Legislative Prospectus: PFAS
December 29, 2021
Per- and Polyfluoroalkyl substances (PFAS) are synthetic chemicals used in products such as nonstick cookware, water-repellent clothing, stainresistant fabrics, cosmetics, and firefighting foam.
These chemicals can migrate into soil, water, and air during production and use, with most remaining in the environment without breaking down. PFAS can accumulate in the blood of people and animals over time from exposure to contaminated environmental media (e.g., water, soil) and consumer products (e.g., food packaged in containers made with PFAS).
There is evidence that exposure to PFAS may cause harmful health effects, such as decreased vaccine response in children, increased risk of kidney or testicular cancer, and increased cholesterol levels.
EPA released its PFAS Strategic Roadmap in October 2021, outlining the federal plan to further research, restrict, and remediate environmental contamination by 2024. Under this plan, the federal government:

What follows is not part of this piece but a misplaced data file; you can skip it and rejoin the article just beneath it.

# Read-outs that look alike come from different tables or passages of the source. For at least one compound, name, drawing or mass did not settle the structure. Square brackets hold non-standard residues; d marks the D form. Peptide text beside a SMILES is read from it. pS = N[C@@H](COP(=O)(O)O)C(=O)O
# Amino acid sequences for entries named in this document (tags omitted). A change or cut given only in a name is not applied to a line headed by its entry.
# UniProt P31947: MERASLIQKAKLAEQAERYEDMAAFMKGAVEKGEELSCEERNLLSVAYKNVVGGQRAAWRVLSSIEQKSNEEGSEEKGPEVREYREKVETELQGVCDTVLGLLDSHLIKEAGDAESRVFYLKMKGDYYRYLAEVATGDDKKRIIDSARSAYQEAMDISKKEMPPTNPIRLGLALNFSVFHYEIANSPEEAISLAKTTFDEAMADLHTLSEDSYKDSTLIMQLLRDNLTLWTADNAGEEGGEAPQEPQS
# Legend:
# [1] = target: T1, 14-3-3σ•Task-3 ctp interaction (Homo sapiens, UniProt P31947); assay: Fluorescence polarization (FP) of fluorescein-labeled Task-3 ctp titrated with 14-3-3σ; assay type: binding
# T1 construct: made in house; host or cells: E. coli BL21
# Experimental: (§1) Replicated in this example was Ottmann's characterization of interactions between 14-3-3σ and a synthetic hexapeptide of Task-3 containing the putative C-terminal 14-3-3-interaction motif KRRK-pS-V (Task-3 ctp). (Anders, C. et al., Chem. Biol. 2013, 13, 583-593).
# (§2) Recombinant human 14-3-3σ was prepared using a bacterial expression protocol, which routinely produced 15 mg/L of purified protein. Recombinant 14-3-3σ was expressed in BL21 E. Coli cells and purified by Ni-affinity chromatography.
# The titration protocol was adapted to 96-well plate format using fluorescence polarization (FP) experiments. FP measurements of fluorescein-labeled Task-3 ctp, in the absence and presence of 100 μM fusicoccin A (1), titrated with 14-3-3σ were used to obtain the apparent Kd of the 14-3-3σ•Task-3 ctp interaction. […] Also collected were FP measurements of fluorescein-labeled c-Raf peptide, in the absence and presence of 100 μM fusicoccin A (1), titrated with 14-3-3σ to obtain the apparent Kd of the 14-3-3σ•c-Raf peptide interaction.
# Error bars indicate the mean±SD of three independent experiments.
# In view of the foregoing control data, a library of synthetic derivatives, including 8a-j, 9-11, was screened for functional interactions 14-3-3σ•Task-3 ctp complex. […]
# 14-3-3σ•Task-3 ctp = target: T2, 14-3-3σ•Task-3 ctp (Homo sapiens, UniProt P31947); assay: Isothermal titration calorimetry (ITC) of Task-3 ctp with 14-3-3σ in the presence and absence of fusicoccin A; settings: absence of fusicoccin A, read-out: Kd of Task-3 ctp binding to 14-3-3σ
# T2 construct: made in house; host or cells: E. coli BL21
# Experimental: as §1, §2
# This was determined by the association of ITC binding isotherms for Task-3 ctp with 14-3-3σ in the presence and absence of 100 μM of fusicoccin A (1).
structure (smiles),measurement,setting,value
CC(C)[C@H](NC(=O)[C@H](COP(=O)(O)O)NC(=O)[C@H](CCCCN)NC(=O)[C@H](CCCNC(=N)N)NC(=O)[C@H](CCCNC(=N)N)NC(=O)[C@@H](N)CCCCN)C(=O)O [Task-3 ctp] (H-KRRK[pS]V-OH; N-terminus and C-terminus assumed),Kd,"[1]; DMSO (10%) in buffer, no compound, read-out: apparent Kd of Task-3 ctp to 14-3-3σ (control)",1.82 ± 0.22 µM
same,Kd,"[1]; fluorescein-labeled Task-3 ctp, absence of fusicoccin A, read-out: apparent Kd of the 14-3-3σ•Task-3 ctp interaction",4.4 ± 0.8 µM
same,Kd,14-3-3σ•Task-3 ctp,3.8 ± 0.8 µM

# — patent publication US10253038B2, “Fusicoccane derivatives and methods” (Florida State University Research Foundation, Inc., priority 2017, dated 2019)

- Published a national PFAS testing strategy in October 2021.
- Will review current agency policies relating to PFAS.
- Improve identifying and tracking which PFAS are released into the environment.
- Publish a national primary drinking water regulation for Perfluorooctane Sulfonate (PFOS) and Perfluorooctanoic Acid (PFOA), among other actions and initiatives.
The plan calls for every level of government—including states and territories—to accelerate efforts to understand the effects of PFAS, clean up existing PFAS contamination, and prevent new contamination. The Bipartisan Infrastructure Law, signed by President Biden on November 15, 2021, invests $10 billion to help communities test for and clean up PFAS and other emerging contaminants in drinking water and wastewater.